Afghan women raise banners during a march to protest violence against women in Kabul on September 24, 2012. Rashida Manjoo, the expert charged by the UN Human Rights Council with investigating and reporting on violence against women recently stated that “The failure of States to guarantee women’s rights to a life free from violence allows for a continuum of violence which can end in their death."
Back in October 2001, the US-led invasion of Afghanistan adopted an humanitarian face, professing that the defeat of the Taliban would rid girls and women of an infamously cruel brand of misogyny.
But the Taliban’s violent oppression was not alone in denying the country’s females of their basic right to education, health, inheritance, and physical and emotional safety inside and outside of their homes.
Deep-rooted tribal traditions, including the practice known as baad whereby young girls are traded as a commodity to compensate for crimes committed by their elders, have contributed to the suffering endured by Afghan females. So too have the well-documented crimes of warlords, and the abduction, rape and murder of young girls.
Twelve years down the track, Afghan girls and women are facing an upsurge of atrocities which fill their minds and hearts with terror.
Last year, 2320 cases of violence against women and girls were registered with the Ministry of Women Affairs from 33 provinces.
The Afghanistan Independent Human Rights Commission, however, argues that the national figure of reported incidents of violence against women and girls across the country actually reached 4500 last year.
Back in 2009, the Afghan government approved an Elimination of Violence against Women (EVAW) Law that criminalises child marriage, forced marriage, the selling and buying of women under the pretext of marriage, giving females away to settle disputes, forced self-immolation and various other acts of violence against women.
However, Ingibjorg Gisladottir, director of UN Women in Afghanistan, expressed concern that only a small percentage of cases under the law involved violence against women. Most such cases were neither registered nor investigated.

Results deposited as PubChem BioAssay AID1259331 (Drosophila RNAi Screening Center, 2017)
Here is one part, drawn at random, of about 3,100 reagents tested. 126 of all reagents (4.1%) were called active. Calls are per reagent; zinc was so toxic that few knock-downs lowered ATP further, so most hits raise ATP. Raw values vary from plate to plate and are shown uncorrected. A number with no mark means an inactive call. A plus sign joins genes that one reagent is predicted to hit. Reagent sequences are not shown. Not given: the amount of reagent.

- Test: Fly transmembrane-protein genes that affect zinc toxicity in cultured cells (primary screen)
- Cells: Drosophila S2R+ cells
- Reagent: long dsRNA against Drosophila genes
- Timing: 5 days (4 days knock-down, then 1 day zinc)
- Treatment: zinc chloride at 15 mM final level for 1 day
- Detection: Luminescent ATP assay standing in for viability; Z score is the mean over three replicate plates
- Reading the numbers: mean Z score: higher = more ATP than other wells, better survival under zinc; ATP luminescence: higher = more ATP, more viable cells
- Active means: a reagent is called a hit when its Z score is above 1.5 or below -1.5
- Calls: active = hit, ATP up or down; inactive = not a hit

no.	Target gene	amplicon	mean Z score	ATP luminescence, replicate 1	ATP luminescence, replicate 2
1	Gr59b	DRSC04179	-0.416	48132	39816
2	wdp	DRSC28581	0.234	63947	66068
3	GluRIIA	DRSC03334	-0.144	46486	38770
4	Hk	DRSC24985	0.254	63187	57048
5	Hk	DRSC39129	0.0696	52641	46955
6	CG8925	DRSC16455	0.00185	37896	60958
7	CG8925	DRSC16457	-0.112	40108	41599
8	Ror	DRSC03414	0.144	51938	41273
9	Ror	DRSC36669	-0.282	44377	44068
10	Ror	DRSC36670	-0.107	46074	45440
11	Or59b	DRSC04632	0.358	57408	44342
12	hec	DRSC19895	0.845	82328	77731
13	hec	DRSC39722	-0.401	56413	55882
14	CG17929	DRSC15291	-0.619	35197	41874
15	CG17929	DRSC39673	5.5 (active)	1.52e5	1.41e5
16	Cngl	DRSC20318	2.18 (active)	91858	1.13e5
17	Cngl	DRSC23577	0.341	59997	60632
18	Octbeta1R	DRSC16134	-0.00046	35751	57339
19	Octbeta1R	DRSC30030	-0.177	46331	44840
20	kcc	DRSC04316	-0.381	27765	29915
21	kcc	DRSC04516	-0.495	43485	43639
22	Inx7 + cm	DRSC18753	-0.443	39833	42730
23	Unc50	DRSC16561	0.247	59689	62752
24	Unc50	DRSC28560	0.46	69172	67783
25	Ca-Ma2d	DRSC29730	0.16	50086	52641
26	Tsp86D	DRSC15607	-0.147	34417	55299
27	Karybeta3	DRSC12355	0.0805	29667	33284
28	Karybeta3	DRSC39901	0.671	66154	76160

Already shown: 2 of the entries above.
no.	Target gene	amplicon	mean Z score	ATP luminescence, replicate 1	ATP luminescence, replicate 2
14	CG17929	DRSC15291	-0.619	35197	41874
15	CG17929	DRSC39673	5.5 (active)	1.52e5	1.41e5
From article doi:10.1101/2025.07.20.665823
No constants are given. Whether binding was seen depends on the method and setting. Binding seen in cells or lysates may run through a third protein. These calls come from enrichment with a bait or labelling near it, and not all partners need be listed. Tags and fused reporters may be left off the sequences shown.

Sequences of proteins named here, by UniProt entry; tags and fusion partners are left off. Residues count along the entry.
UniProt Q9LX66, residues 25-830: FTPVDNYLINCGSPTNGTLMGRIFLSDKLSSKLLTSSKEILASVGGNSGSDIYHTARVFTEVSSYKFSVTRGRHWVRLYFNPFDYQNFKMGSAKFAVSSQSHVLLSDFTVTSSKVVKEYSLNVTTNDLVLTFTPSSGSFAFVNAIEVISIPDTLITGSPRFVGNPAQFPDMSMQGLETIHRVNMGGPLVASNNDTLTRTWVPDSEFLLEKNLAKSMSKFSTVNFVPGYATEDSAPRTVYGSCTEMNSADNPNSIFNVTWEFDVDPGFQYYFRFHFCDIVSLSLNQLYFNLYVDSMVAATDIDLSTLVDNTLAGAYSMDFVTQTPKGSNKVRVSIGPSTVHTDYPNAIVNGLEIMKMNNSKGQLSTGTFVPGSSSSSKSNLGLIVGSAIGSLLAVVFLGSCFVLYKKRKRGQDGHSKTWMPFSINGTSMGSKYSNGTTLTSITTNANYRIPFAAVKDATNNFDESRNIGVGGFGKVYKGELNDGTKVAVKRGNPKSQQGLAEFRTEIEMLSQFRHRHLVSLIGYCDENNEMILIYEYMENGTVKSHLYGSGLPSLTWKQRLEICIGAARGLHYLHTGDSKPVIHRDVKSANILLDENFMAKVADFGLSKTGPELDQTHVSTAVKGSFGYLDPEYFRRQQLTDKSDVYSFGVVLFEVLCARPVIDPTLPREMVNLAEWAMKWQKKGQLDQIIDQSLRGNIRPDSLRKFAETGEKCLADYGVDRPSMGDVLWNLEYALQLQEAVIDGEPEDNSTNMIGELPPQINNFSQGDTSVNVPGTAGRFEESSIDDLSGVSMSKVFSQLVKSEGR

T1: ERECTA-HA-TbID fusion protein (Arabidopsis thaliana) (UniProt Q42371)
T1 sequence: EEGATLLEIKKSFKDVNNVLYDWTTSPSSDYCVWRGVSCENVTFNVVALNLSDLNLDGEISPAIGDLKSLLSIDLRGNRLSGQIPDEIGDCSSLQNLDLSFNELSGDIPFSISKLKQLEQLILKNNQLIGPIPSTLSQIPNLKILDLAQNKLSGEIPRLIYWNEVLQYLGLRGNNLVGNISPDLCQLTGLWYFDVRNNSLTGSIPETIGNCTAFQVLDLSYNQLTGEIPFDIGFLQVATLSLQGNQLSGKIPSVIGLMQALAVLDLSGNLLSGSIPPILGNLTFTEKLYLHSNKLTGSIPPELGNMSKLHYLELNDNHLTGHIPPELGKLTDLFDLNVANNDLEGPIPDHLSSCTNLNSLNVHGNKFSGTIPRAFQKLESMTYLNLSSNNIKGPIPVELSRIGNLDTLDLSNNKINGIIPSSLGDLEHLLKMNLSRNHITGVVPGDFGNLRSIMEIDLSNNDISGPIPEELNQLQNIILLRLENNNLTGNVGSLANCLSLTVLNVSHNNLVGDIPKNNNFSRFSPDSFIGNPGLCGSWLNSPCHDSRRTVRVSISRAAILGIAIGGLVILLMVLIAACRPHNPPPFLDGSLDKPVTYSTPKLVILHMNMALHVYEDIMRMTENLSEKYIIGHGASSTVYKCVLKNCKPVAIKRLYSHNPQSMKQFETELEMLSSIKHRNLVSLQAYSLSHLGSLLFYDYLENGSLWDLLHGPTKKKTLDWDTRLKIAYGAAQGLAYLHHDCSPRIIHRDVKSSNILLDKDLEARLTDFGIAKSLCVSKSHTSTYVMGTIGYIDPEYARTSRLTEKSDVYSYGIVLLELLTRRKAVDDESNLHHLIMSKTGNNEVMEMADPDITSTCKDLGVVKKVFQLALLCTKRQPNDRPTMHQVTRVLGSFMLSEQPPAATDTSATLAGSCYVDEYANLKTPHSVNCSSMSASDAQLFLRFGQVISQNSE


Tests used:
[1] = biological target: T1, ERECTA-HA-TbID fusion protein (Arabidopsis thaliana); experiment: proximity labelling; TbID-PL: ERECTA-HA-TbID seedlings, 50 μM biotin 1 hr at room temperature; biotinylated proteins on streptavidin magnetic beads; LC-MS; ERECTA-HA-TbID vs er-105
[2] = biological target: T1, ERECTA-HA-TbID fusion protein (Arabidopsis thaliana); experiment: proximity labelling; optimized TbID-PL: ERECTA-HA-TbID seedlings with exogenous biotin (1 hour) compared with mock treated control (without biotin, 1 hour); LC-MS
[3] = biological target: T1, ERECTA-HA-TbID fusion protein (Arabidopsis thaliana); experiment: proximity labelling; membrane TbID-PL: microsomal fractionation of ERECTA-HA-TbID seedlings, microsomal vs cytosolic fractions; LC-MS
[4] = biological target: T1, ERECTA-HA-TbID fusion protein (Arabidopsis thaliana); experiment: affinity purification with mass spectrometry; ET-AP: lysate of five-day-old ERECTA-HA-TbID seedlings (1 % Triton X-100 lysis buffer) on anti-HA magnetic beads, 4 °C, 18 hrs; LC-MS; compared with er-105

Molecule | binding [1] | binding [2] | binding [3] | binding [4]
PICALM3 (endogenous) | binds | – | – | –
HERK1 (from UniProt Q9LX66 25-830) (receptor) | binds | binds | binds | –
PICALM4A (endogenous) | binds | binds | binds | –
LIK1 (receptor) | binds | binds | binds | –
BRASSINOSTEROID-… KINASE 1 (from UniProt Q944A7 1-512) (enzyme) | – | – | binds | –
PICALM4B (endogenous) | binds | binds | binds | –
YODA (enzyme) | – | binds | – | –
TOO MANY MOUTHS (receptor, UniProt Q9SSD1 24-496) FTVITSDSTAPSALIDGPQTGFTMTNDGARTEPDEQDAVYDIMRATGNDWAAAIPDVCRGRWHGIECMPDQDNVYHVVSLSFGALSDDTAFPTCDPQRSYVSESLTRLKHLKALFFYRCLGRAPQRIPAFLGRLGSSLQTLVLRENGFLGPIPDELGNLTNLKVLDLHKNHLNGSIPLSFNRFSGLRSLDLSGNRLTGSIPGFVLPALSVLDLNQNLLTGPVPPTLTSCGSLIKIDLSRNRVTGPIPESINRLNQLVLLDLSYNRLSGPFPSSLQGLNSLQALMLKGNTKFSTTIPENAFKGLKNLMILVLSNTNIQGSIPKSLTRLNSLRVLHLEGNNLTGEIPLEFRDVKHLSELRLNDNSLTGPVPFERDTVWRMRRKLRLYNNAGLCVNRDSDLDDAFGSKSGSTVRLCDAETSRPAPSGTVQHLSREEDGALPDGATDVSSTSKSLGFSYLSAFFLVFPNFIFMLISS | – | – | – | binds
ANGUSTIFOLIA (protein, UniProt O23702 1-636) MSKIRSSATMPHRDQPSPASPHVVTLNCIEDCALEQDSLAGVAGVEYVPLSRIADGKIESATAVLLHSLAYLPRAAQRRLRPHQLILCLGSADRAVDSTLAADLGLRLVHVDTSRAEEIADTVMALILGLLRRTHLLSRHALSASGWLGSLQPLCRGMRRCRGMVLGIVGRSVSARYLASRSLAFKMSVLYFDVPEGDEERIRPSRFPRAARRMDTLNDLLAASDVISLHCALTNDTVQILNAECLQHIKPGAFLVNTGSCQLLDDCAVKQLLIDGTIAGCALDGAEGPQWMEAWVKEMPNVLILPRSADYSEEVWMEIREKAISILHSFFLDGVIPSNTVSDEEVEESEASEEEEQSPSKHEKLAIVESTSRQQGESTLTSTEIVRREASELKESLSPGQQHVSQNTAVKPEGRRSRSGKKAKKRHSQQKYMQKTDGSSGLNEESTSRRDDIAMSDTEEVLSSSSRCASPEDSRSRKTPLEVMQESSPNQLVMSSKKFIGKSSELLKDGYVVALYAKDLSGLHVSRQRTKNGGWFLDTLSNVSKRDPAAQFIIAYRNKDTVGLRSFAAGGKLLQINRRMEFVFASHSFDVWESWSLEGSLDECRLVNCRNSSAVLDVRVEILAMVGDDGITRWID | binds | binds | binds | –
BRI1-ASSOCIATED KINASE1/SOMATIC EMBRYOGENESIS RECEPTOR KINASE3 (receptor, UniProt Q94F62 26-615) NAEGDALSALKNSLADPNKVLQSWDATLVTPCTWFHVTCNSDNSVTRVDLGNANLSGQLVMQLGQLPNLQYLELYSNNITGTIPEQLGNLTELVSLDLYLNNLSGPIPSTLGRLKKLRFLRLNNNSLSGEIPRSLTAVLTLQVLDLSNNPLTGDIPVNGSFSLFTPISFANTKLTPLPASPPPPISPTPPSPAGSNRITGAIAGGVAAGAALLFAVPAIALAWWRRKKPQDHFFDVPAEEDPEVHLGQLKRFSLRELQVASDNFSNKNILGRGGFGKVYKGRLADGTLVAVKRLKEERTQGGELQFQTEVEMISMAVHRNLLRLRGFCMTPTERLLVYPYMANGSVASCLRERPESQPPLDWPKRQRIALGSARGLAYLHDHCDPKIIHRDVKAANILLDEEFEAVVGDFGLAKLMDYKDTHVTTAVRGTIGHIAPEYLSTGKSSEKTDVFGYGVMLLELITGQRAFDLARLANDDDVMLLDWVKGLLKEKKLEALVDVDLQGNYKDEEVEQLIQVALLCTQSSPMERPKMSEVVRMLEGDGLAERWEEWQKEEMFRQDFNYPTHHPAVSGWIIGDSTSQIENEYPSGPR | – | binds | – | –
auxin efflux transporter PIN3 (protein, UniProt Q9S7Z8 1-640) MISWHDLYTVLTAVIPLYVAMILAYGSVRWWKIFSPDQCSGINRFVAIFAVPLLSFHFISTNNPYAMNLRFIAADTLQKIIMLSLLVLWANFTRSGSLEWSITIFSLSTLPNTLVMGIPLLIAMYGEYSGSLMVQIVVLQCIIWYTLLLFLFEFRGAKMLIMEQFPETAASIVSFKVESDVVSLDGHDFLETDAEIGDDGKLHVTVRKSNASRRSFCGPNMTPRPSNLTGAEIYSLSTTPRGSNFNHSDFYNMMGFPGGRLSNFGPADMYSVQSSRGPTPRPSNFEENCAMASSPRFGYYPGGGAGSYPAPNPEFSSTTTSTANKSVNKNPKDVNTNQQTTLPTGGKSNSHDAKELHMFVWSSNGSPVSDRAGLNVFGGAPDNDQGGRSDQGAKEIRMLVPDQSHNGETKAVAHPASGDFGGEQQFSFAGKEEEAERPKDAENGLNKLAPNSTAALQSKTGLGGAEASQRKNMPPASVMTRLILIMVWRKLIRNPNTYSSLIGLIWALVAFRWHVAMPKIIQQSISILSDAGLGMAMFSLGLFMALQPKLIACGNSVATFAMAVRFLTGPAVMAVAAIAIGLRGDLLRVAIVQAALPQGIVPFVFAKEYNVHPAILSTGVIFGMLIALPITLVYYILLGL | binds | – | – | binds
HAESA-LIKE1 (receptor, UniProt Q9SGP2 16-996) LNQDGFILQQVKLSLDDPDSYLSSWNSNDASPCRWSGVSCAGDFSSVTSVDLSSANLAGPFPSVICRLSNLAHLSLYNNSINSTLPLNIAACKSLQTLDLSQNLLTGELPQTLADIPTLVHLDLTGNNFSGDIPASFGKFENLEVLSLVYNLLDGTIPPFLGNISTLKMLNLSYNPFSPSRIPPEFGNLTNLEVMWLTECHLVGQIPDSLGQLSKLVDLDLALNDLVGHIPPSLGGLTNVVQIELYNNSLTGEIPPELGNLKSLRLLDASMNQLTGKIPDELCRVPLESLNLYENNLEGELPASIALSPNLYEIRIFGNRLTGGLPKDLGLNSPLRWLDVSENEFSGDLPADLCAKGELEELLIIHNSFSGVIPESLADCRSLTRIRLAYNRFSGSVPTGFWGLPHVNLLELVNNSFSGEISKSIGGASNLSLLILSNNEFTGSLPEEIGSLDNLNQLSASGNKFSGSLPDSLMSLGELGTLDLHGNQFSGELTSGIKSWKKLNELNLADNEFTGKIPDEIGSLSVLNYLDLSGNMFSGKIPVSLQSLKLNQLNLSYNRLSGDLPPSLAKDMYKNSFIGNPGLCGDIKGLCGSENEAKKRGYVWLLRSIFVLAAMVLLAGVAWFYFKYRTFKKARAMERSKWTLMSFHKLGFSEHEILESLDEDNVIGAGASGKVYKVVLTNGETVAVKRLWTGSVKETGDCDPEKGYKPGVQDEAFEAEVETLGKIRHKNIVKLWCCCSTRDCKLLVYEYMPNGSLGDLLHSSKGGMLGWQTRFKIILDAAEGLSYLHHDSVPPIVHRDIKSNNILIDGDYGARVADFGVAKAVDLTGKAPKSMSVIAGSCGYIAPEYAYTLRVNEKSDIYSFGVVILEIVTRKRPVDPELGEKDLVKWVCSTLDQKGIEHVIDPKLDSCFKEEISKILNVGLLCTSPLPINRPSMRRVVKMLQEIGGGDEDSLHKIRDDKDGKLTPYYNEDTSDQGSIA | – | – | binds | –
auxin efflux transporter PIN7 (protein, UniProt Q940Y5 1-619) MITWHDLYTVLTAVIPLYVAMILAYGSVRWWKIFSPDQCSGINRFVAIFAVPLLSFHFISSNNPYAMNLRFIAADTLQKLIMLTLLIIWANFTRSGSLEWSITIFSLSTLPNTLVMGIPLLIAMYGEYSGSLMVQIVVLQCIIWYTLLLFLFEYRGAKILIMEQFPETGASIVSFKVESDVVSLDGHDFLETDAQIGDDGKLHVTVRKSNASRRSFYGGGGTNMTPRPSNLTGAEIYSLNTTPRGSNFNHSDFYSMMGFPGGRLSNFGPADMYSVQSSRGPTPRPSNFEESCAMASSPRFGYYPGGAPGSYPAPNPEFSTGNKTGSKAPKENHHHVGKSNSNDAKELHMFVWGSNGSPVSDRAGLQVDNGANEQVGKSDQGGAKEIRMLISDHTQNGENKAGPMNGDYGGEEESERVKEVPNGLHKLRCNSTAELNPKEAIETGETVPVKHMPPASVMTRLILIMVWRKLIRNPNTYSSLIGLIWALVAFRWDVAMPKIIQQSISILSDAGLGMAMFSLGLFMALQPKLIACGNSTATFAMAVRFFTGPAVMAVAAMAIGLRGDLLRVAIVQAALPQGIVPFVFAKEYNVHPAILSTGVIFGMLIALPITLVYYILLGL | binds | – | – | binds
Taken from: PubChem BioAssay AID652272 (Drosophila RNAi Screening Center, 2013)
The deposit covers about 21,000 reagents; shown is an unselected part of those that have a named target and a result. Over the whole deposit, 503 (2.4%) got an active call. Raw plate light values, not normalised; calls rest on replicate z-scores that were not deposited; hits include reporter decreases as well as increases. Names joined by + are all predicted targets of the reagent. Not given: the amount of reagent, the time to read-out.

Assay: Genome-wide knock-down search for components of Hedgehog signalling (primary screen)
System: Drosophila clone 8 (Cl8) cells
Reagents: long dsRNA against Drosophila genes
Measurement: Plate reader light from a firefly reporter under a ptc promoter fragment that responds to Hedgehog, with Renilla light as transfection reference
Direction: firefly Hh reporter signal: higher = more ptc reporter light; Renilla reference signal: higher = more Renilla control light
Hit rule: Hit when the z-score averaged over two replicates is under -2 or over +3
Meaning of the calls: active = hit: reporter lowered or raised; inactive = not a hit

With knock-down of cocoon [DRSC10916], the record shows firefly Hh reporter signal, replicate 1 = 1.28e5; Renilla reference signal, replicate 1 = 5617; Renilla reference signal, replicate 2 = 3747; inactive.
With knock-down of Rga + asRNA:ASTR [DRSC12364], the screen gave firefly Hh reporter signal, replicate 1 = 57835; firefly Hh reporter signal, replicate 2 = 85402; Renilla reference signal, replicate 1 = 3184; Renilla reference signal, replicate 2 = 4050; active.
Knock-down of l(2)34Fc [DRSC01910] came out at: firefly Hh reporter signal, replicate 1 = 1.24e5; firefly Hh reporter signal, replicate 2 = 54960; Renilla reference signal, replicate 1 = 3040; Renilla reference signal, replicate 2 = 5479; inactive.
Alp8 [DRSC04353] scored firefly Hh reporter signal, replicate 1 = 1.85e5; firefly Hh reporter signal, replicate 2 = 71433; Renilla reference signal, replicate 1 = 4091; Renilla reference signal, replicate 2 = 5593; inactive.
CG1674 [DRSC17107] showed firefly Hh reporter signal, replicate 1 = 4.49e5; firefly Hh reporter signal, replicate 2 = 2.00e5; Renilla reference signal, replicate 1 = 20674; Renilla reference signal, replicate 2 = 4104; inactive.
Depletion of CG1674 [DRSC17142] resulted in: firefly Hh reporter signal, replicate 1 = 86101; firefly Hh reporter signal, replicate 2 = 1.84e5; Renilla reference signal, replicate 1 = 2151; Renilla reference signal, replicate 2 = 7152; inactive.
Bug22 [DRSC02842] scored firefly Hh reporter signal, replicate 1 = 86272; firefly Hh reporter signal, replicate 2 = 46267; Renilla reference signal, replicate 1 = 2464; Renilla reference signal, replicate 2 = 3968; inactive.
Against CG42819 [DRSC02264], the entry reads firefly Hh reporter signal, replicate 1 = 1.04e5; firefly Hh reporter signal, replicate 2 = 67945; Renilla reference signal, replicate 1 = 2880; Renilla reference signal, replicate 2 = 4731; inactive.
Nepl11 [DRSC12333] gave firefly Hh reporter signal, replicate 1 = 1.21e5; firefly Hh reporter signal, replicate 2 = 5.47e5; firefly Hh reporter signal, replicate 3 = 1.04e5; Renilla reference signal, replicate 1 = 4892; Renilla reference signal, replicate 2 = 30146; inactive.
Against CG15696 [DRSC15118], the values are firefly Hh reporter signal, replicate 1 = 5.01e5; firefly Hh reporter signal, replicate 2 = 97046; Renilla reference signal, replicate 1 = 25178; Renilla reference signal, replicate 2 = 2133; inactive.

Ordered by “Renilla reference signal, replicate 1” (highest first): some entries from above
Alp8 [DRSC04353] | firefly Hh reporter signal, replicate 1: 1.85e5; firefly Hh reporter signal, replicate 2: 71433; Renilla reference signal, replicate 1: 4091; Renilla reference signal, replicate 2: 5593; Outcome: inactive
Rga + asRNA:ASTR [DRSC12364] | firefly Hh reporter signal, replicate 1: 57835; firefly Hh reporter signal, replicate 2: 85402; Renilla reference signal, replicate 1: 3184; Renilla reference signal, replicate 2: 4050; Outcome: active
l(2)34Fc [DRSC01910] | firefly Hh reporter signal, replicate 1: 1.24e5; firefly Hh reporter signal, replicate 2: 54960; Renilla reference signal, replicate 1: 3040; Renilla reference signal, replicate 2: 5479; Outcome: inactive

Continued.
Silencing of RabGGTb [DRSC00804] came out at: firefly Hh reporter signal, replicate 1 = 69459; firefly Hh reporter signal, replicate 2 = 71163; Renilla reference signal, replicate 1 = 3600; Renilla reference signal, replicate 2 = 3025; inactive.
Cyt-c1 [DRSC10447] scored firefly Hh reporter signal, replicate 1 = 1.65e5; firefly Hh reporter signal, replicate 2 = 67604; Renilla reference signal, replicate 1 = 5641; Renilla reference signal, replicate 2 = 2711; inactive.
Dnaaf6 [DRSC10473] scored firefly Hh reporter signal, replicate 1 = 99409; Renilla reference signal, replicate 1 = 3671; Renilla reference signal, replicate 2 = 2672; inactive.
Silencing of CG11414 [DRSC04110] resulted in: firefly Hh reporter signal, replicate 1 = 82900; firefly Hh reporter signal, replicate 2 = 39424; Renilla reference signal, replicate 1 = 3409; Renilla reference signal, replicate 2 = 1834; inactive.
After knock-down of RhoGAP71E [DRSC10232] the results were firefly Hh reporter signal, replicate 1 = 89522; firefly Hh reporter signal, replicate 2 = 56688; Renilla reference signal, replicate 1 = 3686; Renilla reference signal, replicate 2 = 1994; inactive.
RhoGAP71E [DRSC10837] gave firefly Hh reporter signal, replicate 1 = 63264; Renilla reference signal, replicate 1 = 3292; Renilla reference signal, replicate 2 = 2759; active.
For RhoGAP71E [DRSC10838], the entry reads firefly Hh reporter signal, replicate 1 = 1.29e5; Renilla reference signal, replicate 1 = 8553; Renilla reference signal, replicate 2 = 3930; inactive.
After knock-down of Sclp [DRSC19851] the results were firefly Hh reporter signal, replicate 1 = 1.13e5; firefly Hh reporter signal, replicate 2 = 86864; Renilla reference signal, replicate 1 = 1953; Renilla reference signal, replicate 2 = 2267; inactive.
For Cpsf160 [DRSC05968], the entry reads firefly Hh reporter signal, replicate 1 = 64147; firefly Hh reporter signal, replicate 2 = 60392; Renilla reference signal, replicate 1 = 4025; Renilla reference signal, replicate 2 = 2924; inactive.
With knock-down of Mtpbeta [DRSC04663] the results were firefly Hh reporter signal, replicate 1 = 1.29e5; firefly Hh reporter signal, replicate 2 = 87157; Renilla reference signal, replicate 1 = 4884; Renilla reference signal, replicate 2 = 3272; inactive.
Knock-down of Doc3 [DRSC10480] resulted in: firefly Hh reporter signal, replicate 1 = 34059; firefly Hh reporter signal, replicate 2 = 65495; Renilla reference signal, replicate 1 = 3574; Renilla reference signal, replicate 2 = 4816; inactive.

A joint investigation convened by the Independent Media Consortium Productions this year found there has been a dramatic rise in crimes against women, ranging from extreme domestic violence, to sexual assault and murder, to their increasing commodification in baad settlements.
As evidence of the spiralling violence, the Afghanistan Independent Human Rights Commission reported that, compared with 89 cases of rape and murder in 2011, the number had escalated to 200 cases in the first nine months of last year.
Despite improved reporting rates, little to no progress has emerged with conviction rates.
In 40% of rape-murder cases, the accused have escaped without any degree of investigation.
In instances where police probes were undertaken, the suspects, more often than not with political clout, successfully bribed their way free.
As a case in point, 16-year-old Shakila was raped and fatally wounded with two bullets from a Kalashnikov gun in January last year in the home of Mohammad Hadi Wahidi Beheshti.
A member of Bamyan Provincial Council, Beheshti was present in the house when the incident occurred, but prior to notifying authorities of Shakila's death he disposed of her dead body at the local hospital.
By the time investigating police arrived at the scene, Beheshti had returned home to remove evidence of the incident. He accused his body guard Qurban, who was also Shakila‘s brother-in-law, of the crime.
Qurban was charged and faced trial, but was able to provide reliable witnesses confirming his alibi.
Beheshti became the main suspect, but escaped prosecution with a new story claiming that Shakila's death was a suicide. His second story, a fantasy in light of the forensic evidence of Shakila's rape and murder, was supported by his brother Fokori Beheshti, a member of parliament.
Flawed police investigations, including the failure to finger print Beheshti for comparison with those found on the murder weapon, led the penal division of the local court of Bamyan to shelve the case in May last year.
But, in light of emerging evidence incriminating Beheshti, the court recommended that a new investigation should be undertaken.
Typically, until August this year, and in the absence of any other suspect, Beheshti has not faced a single interrogation. As a result, a murdering rapist, whoever it truly is, enjoys impunity, while a poverty-stricken family devoid of political influence is deprived of justice for the brutal death of their 16-year-old daughter.